Introductory Statistics 2e

# Bringing It Together: Practice

Introductory Statistics 2eBringing It Together: Practice

Use the following information to answer the next seven exercises. An article in the New England Journal of Medicine, reported about a study of smokers in California and Hawaii. In one part of the report, the self-reported ethnicity and smoking levels per day were given. Of the people smoking at most ten cigarettes per day, there were 9,886 Black people, 2,745 Native Hawaiian people, 12,831 Hispanic/Latino people, 8,378 Japanese people, and 7,650 White people. Of the people smoking 11 to 20 cigarettes per day, there were 6,514 Black people, 3,062 Native Hawaiian people, 4,932 Hispanic/Latino people, 10,680 Japanese people, and 9,877 White people. Of the people smoking 21 to 30 cigarettes per day, there were 1,671 Black people, 1,419 Native Hawaiian people, 1,406 Hispanic/Latino people, 4,715 Japanese people, and 6,062 White people. Of the people smoking at least 31 cigarettes per day, there were 759 Black people, 788 Native Hawaiian people, 800 Hispanic/Latino people, 2,305 Japanese people, and 3,970 White people.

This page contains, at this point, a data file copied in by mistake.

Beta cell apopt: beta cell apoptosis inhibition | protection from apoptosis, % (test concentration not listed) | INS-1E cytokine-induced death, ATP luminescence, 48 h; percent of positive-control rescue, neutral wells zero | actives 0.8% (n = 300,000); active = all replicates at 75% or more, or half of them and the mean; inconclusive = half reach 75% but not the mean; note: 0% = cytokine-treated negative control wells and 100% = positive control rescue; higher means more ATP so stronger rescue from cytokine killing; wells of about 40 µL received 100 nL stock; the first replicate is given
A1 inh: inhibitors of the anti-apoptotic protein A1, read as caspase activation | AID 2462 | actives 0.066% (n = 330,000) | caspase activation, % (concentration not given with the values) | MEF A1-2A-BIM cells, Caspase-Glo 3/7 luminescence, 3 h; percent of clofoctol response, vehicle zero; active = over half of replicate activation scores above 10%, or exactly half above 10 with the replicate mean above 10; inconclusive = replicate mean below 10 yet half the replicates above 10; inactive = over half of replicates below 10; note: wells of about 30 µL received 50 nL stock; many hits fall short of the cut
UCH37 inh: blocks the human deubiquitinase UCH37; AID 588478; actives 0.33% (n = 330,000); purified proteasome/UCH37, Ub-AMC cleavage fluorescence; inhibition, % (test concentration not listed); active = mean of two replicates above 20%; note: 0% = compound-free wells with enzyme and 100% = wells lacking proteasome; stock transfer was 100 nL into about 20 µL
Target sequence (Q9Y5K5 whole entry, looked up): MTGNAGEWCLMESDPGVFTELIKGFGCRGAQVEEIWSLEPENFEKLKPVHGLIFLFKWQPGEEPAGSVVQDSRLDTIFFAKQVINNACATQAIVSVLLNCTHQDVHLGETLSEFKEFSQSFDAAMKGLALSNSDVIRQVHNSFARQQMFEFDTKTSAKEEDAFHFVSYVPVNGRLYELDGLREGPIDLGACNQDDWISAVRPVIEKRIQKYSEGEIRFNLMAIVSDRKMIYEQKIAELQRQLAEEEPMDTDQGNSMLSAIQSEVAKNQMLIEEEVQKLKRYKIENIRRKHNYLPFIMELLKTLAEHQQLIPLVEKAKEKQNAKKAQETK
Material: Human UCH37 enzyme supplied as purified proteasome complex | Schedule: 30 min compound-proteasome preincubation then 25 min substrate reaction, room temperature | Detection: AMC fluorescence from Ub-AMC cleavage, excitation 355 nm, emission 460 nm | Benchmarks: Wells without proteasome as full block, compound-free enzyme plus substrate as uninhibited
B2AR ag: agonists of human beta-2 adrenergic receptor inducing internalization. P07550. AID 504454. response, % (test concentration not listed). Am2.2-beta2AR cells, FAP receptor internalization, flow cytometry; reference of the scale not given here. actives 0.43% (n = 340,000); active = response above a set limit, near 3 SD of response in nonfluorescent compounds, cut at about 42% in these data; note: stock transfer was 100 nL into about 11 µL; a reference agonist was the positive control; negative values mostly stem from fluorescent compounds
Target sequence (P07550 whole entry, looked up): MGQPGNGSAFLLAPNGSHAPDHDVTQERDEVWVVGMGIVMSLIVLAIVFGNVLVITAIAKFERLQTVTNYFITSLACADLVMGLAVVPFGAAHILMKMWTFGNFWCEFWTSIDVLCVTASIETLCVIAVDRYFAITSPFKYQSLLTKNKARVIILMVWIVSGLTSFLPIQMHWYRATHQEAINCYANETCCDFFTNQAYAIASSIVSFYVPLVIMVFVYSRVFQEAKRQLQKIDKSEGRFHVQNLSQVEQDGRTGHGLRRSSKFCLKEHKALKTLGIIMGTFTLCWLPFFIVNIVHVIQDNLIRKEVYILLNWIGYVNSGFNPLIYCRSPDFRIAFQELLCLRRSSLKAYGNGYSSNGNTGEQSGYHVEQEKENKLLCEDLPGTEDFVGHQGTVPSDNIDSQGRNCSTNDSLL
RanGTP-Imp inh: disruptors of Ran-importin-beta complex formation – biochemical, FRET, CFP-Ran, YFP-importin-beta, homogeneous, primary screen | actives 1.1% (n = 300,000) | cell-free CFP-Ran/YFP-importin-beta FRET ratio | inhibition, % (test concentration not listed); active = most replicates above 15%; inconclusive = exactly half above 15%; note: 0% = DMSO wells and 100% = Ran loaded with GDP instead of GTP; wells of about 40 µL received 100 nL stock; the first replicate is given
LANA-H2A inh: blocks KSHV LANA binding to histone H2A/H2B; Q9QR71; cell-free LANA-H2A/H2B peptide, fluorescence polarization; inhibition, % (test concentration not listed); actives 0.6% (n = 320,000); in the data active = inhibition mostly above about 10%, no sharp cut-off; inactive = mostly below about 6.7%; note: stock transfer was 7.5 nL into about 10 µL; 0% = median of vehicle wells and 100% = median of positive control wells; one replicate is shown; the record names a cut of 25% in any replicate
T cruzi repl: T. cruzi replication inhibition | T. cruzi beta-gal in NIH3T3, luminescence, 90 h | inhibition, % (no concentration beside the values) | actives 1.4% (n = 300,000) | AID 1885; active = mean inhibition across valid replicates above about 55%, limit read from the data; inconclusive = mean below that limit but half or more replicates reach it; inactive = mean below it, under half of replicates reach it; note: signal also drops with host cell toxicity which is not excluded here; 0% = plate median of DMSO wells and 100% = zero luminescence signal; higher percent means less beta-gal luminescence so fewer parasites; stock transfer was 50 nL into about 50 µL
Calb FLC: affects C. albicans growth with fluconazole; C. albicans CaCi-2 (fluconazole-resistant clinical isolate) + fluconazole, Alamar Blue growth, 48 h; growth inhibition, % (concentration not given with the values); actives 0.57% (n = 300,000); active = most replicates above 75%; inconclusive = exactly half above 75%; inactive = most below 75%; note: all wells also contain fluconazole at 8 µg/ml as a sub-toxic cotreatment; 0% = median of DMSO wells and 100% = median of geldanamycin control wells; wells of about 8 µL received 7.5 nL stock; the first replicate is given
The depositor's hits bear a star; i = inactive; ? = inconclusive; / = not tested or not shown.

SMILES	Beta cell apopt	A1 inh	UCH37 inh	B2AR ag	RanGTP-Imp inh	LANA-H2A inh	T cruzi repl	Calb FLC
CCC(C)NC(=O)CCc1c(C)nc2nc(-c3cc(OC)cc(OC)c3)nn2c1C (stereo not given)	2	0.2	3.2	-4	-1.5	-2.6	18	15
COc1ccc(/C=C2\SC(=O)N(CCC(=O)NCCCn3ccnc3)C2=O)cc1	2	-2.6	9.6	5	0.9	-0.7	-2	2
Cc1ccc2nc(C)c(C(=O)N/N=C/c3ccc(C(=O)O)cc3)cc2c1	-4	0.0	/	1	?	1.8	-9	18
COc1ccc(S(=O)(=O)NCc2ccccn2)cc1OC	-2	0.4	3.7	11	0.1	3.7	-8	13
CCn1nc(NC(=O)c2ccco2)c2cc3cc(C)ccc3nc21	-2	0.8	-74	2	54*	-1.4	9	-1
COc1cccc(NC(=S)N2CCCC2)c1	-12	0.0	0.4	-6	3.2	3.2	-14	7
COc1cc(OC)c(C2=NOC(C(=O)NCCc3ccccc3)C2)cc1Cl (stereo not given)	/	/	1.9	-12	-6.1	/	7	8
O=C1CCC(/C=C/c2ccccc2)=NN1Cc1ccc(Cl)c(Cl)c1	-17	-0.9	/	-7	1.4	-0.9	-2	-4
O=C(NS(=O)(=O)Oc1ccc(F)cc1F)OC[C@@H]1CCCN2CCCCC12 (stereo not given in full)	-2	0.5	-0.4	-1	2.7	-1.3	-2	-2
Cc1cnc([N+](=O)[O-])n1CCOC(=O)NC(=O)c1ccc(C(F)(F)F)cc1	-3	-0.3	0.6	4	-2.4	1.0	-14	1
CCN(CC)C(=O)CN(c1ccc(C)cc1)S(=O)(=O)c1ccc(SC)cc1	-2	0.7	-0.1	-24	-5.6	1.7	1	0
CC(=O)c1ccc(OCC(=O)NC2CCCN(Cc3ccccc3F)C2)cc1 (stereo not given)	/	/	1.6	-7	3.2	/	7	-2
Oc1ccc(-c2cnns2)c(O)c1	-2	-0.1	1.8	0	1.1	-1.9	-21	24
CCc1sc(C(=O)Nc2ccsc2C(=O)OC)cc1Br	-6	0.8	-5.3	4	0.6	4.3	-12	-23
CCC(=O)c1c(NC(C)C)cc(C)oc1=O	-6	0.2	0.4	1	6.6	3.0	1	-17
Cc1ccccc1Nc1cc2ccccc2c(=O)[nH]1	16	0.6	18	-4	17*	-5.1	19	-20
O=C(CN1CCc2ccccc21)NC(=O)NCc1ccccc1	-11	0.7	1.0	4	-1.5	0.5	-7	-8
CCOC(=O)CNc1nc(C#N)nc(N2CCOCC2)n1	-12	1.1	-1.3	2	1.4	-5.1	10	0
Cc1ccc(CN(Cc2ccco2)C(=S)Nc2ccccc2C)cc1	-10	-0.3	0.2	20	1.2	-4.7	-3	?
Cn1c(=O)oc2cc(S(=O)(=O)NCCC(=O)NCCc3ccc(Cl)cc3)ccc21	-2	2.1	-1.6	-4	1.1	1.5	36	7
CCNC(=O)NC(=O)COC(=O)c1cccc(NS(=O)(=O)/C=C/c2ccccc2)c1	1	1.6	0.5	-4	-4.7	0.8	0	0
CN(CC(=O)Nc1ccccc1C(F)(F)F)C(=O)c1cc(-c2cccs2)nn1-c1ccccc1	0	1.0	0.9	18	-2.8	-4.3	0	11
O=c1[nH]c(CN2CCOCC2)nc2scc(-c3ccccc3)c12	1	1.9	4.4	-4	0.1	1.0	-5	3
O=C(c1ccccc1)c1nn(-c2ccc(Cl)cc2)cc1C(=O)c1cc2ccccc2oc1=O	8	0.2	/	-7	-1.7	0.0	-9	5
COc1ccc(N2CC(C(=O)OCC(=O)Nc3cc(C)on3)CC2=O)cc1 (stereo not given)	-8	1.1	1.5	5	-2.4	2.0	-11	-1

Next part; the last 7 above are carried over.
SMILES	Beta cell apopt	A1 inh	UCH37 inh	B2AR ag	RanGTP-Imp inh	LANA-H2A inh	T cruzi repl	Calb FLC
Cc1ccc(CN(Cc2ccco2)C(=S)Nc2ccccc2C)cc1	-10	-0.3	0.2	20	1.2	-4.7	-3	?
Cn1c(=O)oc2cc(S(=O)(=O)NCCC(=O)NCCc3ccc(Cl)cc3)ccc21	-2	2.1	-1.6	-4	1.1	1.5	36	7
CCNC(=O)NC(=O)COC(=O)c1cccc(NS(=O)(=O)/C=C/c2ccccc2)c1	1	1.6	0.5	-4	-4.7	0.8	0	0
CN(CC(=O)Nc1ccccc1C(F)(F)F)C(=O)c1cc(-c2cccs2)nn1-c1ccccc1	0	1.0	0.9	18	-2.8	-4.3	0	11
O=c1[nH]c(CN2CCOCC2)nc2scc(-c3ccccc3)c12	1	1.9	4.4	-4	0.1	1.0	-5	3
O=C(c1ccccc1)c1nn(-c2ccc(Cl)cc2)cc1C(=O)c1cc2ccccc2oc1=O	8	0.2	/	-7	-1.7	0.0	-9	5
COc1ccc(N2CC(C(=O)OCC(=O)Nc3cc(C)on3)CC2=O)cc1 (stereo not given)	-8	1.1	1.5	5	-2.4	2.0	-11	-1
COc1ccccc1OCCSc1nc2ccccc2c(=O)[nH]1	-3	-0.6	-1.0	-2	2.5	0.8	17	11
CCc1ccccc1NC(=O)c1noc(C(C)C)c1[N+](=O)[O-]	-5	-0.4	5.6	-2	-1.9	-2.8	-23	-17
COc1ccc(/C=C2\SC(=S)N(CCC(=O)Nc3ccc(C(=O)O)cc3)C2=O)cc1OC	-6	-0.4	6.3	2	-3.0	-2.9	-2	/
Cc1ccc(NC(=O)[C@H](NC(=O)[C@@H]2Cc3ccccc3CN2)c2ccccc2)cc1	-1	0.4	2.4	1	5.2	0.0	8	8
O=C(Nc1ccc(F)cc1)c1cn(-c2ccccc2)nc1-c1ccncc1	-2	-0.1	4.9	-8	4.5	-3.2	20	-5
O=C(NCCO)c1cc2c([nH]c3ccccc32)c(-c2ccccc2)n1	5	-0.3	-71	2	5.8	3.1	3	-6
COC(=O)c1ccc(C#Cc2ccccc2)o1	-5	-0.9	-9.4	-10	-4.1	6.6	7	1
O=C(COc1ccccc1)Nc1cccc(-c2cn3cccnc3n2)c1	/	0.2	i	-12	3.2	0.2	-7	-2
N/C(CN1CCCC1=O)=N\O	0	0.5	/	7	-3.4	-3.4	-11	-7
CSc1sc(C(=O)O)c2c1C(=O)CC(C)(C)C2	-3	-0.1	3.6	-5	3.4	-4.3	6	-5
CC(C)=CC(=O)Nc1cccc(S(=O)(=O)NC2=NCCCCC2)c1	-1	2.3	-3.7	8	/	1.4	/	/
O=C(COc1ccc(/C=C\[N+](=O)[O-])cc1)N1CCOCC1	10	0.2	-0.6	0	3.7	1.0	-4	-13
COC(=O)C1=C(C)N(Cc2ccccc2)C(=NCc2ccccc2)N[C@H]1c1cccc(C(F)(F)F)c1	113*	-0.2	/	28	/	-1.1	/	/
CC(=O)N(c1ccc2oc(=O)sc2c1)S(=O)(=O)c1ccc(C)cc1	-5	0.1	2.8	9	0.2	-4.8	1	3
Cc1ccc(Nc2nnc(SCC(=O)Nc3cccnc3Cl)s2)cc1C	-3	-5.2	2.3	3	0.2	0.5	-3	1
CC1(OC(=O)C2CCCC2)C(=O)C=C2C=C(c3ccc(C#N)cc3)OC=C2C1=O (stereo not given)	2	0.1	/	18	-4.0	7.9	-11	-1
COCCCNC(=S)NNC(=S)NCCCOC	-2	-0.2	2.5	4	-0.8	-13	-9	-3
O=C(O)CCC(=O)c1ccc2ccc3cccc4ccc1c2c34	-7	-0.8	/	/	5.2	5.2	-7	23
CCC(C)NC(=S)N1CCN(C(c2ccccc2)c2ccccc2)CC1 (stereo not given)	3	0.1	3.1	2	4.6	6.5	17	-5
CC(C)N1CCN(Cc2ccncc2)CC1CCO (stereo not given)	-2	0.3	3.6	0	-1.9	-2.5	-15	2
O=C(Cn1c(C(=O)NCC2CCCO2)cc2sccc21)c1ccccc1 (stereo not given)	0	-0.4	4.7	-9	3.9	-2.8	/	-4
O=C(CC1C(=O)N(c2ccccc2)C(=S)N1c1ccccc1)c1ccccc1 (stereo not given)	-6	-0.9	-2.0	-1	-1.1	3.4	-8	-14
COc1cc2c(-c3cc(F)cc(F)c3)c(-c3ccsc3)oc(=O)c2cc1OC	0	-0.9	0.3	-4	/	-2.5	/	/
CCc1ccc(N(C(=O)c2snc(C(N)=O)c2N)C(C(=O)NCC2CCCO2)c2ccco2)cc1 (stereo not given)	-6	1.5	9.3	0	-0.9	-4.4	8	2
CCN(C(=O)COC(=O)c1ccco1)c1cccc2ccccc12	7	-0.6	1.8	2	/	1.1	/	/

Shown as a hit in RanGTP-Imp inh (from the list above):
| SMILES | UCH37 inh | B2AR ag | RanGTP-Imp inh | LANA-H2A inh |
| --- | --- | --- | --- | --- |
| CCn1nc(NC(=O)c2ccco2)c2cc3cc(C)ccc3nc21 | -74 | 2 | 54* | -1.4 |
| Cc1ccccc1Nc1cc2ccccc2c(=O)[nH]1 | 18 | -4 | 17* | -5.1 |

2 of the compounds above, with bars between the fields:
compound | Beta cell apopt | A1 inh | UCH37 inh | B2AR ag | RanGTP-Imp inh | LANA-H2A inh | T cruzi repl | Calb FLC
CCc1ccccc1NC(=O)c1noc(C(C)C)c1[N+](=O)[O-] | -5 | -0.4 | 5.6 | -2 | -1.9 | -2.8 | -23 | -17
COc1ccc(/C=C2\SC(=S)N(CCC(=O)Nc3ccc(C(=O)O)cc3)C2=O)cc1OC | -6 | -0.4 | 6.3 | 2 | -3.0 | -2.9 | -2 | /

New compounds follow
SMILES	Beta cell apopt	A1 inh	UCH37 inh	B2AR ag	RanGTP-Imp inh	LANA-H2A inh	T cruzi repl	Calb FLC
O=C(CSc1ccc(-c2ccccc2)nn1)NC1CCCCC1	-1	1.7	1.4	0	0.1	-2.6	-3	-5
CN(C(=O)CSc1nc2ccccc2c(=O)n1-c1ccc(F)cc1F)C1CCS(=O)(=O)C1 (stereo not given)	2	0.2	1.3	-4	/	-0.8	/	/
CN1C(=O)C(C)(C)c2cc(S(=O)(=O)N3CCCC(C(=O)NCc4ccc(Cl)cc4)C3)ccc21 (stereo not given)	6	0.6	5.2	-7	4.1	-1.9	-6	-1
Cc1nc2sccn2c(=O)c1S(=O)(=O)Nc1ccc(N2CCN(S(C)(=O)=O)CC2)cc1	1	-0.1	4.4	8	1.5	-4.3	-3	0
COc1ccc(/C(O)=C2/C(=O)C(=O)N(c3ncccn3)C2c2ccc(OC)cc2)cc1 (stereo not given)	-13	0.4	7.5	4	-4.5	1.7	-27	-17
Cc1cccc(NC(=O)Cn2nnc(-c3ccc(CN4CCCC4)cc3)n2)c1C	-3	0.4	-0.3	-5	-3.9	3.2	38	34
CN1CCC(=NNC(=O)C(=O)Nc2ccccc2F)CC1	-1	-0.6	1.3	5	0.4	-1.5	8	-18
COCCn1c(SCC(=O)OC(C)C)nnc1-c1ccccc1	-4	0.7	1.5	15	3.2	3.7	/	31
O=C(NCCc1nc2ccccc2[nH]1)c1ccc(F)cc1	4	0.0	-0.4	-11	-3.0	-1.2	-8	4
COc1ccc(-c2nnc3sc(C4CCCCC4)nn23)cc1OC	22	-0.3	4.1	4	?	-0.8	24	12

59.

Complete the table using the data provided.

Smoking Level Black Native Hawaiian Hispanic/Latino Japanese people White TOTALS
1–10
11–20
21–30
31+
TOTALS
Table 3.17 Smoking Levels by Ethnicity
60.

Suppose that one person from the study is randomly selected. Find the probability that person smoked 11 to 20 cigarettes per day.

61.

Find the probability that the person was Hispanic/Latino.

62.

In words, explain what it means to pick one person from the study who is “Japanese American AND smokes 21 to 30 cigarettes per day.” Also, find the probability.

63.

In words, explain what it means to pick one person from the study who is “Japanese American OR smokes 21 to 30 cigarettes per day.” Also, find the probability.

64.

In words, explain what it means to pick one person from the study who is “Japanese American GIVEN that person smokes 21 to 30 cigarettes per day.” Also, find the probability.

65.

Prove that smoking level/day and ethnicity are dependent events.